At least five foreigners and three security guards have reportedly been killed after gunmen stormed a popular hotel in the Libyan capital, Tripoli, in an attack claimed by the Islamic State.
The armed attackers shot their way into the Corinthia Hotel — a hub for overseas visitors which also houses offices of foreign companies — and detonated a car bomb outside as security forces surrounded the building and sealed off the area.
An American citizen was among the dead, NBC reported. There was no information as to the nationalities of the others.
A security official cited by AP earlier said that the gunmen had taken hostages, though could not give any further details.
A Twitter account linked to the Islamic State claimed responsibility for the attack, but the claim could not be confirmed.
A hotel employee told AP that the assault had been launched by five masked men in bulletproof vests, who forced their way past security at the gates and stormed the reception area, shooting indiscriminately at staff.
He said he had opened his door to see what was happening, attracting gunfire in his direction. He then fled the hotel with other staff and guests through the back entrance leading to the parking lot
After security forces entered the building, a car bomb then detonated in the lot, the employee continued. He said two guards had been shot dead.
The staff member said that Italian, British and Turkish guests were staying in the hotel though there were few people inside at the time of the attack.
The Islamist-backed prime minister, Omar al-Hassi, is believed to usually live at the hotel, but the employee said he was not there on Tuesday.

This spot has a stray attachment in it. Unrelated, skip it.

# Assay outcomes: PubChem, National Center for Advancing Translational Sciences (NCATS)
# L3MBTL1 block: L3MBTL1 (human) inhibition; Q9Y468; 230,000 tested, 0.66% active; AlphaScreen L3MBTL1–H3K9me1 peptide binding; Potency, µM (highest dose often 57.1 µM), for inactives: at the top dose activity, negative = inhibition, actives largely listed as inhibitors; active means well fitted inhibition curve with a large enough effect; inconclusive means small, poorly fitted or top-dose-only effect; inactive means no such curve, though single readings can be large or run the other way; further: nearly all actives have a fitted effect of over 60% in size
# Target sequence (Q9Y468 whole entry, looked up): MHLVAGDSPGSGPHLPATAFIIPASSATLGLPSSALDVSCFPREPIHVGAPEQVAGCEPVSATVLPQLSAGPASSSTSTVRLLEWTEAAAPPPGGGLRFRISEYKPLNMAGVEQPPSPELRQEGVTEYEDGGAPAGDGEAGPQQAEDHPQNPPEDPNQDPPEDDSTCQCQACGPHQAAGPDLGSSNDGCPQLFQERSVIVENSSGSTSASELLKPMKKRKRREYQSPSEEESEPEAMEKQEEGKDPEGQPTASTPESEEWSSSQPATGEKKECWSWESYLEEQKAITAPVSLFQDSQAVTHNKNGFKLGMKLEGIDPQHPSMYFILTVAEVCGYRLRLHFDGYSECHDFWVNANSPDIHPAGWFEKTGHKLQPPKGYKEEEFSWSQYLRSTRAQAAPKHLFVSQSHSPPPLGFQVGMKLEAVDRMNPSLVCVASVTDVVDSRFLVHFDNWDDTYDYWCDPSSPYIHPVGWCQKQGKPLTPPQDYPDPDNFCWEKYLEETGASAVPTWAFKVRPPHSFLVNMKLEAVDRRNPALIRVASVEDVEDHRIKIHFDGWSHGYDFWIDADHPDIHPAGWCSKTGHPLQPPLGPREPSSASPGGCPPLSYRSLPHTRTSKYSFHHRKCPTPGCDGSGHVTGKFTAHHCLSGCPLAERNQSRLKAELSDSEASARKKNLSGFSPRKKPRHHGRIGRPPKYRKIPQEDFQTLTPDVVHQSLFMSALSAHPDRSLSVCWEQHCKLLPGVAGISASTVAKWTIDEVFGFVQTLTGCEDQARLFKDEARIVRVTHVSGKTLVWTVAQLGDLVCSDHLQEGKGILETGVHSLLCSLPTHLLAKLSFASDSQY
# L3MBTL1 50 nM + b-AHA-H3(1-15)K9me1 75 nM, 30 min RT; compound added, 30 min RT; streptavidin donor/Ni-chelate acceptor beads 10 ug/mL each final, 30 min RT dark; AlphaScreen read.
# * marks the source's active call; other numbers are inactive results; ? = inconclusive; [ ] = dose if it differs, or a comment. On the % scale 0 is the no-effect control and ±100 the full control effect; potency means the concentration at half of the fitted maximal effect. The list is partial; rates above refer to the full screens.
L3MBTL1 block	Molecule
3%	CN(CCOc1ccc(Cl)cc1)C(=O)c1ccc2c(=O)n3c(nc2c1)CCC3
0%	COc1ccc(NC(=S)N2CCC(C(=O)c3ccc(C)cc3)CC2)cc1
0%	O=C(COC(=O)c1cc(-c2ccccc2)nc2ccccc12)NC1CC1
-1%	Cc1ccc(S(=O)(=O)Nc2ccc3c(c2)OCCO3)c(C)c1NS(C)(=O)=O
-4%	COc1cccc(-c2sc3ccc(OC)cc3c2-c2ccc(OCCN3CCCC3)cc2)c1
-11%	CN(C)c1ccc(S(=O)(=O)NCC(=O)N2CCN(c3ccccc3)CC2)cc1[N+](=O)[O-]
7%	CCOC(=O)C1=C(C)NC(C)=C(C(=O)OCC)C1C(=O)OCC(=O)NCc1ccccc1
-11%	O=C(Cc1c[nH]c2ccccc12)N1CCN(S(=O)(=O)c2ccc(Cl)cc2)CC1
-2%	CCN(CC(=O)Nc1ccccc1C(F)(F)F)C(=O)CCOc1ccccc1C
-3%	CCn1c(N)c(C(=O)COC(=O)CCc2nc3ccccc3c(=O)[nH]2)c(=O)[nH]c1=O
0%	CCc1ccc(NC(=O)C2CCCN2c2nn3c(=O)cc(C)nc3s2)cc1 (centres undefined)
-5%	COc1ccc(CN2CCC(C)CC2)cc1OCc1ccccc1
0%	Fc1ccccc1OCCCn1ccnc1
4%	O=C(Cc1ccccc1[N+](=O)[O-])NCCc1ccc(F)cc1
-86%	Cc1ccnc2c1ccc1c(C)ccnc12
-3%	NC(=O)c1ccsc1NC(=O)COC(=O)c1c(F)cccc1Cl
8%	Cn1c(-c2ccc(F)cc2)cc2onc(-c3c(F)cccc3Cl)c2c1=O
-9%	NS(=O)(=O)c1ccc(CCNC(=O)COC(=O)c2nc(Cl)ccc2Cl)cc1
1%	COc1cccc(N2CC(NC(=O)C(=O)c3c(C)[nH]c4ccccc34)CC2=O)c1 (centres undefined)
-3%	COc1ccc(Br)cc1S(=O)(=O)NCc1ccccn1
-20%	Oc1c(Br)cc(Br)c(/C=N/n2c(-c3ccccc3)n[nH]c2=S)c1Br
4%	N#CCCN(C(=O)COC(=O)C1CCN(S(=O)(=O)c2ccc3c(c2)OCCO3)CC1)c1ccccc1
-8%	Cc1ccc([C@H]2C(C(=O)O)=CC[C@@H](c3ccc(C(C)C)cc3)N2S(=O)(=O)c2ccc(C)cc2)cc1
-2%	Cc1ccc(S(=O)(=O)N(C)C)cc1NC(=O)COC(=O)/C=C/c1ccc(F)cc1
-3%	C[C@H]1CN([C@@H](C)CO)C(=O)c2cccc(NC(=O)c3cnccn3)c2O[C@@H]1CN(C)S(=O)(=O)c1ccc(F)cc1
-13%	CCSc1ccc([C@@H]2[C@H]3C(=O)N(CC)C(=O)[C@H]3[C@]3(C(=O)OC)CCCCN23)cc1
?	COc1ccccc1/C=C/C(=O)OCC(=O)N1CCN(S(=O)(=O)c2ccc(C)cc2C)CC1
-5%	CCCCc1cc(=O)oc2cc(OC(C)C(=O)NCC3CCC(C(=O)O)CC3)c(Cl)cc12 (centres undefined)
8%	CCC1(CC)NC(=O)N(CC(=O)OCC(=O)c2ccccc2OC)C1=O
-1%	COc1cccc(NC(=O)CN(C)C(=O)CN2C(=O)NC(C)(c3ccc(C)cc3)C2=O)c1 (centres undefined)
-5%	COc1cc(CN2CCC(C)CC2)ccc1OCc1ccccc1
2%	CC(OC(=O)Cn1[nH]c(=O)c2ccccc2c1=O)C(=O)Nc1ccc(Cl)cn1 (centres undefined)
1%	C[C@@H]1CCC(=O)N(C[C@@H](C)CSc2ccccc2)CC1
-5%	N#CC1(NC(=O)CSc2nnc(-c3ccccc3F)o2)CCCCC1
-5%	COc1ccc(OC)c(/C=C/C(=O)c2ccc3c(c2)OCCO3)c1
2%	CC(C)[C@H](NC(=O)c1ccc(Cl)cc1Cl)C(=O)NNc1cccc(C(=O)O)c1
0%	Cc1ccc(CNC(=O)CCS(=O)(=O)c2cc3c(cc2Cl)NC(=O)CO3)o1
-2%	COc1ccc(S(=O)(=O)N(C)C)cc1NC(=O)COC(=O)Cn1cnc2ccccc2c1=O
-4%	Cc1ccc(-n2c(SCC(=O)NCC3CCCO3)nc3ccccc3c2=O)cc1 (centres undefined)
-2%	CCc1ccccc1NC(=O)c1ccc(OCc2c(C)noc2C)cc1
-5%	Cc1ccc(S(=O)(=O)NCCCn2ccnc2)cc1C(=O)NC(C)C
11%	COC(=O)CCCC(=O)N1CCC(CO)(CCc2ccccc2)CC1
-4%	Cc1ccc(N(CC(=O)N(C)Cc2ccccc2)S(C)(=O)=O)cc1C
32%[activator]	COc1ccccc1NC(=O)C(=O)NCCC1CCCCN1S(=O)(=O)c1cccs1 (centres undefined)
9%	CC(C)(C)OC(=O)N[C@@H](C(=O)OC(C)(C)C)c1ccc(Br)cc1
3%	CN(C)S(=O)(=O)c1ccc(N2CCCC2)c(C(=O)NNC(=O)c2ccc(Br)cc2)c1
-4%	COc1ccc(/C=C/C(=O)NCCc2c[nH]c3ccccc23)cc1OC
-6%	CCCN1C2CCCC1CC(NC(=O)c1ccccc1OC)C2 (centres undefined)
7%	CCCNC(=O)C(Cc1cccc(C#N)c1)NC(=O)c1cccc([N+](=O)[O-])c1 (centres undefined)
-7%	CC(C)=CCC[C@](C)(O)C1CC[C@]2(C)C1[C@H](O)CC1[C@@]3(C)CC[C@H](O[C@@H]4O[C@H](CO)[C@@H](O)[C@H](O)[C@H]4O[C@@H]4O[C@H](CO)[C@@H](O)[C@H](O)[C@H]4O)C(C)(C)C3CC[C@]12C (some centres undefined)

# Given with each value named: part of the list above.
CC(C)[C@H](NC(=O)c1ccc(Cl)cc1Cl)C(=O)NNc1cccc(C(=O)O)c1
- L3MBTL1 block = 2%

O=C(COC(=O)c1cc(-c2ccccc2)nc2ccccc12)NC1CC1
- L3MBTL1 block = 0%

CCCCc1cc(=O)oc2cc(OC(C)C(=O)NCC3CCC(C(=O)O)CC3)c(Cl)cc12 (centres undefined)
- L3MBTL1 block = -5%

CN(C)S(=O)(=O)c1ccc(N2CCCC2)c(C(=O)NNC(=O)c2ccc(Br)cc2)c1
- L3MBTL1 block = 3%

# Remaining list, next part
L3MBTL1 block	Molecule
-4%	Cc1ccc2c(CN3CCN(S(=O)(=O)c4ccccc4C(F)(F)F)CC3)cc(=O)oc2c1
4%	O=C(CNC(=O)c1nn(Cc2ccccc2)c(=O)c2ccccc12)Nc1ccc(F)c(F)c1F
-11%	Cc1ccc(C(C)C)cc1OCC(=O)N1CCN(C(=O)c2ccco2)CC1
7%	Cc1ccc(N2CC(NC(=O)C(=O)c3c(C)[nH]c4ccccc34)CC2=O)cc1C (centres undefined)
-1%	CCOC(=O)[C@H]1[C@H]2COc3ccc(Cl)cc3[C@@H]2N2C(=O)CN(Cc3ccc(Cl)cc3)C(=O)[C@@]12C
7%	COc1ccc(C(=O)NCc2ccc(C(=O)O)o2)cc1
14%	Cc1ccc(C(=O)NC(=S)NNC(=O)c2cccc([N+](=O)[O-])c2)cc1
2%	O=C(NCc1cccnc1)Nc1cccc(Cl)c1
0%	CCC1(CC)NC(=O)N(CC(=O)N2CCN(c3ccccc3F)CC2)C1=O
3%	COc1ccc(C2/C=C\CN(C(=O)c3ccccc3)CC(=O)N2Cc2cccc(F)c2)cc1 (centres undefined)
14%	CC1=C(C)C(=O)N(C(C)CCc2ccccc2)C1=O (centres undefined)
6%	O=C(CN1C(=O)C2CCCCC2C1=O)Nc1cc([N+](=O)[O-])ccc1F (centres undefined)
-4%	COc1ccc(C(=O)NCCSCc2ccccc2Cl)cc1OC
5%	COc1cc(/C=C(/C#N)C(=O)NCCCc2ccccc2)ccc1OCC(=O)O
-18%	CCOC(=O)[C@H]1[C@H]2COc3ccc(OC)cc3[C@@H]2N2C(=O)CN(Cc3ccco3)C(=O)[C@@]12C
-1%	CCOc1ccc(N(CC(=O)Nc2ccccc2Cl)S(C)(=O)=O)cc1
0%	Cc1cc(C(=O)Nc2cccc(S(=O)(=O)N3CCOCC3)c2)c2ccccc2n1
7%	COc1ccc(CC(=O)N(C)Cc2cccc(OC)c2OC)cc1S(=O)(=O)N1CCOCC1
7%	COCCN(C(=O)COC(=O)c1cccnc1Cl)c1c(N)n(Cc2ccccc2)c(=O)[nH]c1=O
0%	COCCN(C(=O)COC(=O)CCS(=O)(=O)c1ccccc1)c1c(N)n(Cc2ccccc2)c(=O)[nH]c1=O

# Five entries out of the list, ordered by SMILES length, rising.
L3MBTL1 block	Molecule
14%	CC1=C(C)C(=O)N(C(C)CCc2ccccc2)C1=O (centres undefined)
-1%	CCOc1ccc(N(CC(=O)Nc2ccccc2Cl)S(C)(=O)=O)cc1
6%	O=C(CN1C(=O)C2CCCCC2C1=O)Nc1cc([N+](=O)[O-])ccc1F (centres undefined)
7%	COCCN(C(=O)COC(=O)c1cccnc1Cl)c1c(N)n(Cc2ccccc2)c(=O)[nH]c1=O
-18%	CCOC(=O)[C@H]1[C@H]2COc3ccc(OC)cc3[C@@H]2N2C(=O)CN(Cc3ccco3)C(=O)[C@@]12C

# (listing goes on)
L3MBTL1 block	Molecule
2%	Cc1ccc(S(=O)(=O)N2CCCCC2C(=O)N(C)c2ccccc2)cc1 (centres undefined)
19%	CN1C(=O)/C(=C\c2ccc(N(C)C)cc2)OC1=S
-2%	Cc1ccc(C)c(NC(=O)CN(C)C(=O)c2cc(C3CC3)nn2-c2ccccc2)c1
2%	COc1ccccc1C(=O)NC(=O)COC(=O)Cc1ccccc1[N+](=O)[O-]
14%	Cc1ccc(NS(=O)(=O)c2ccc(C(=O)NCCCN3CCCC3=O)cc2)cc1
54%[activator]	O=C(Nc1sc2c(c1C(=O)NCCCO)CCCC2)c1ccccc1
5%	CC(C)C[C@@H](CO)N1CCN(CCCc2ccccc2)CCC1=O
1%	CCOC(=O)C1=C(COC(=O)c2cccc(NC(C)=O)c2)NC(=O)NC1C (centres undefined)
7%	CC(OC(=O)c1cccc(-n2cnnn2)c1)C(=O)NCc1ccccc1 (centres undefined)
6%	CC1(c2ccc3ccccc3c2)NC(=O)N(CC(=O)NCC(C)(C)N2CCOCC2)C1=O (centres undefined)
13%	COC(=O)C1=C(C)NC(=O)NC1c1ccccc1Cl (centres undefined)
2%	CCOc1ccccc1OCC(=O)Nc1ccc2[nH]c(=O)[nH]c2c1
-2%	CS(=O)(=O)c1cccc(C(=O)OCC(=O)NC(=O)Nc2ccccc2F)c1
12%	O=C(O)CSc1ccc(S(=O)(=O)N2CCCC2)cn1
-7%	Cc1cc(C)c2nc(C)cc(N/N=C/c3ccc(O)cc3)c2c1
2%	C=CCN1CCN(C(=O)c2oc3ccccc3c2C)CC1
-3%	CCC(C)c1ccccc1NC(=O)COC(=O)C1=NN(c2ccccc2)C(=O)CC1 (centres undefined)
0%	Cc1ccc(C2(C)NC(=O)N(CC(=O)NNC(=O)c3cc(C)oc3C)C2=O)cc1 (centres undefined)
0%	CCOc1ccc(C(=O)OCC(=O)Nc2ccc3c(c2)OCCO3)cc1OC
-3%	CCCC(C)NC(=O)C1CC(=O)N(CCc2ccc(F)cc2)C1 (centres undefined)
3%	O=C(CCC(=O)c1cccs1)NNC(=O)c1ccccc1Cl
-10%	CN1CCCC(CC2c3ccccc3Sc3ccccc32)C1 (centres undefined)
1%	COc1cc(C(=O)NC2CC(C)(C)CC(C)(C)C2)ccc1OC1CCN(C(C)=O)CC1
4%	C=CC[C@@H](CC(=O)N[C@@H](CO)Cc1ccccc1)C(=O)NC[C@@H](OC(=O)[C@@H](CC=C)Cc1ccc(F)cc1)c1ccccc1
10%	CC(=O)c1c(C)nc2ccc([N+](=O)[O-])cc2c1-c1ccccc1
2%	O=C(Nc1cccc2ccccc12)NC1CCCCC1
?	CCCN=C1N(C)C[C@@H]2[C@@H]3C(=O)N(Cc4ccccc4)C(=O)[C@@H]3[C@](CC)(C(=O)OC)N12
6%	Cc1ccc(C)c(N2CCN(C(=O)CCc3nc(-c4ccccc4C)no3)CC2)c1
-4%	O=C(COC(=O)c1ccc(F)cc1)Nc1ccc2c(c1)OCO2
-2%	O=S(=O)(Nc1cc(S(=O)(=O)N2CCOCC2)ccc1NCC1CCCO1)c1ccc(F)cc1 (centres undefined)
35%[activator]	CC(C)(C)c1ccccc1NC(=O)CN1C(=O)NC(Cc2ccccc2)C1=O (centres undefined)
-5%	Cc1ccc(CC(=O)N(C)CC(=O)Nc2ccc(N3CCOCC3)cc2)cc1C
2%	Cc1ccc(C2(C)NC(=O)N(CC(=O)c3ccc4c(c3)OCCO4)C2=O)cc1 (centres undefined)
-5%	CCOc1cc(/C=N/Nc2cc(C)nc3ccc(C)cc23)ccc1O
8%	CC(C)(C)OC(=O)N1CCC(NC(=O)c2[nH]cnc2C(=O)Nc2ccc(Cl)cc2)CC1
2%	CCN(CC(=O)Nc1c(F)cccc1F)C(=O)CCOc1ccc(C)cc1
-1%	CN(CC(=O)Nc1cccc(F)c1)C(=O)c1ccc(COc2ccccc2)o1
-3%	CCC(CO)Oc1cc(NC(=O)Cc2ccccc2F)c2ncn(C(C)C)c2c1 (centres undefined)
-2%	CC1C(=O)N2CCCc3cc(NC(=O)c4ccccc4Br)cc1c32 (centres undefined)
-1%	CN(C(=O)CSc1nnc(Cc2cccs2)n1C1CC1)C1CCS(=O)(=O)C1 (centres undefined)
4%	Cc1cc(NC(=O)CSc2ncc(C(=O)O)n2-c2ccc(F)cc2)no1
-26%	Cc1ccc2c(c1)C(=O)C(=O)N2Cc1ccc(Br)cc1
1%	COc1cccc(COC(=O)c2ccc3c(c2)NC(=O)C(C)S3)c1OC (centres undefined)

The BBC cited a security source at the hotel as saying it had received a threat "a few days ago" and that managers were told "to empty the building."
Libya has descended into chaos since the fall of dictator Muammar Qaddafi in 2011 and is currently torn between two rival governments — the internationally recognized Council of Representatives in Tobruk and an Islamist-backed self declared leadership in Tripoli.
The United Nations mission in the country is currently hosting talks between the rival groups in Geneva. It regularly holds meetings in the Maltese-owned Corinthia.
Federica Mogherini, the European Union's foreign policy chief, condemned the attack as "a reprehensible act of terrorism which deals a blow to efforts to bring peace and stability to Libya."
"The EU expresses solidarity with the victims and their families. The EU strongly supports the efforts of the ongoing UN led talks to bring a political solution based on respect and dialogue.
"Such attacks should not be allowed to undermine the political process."
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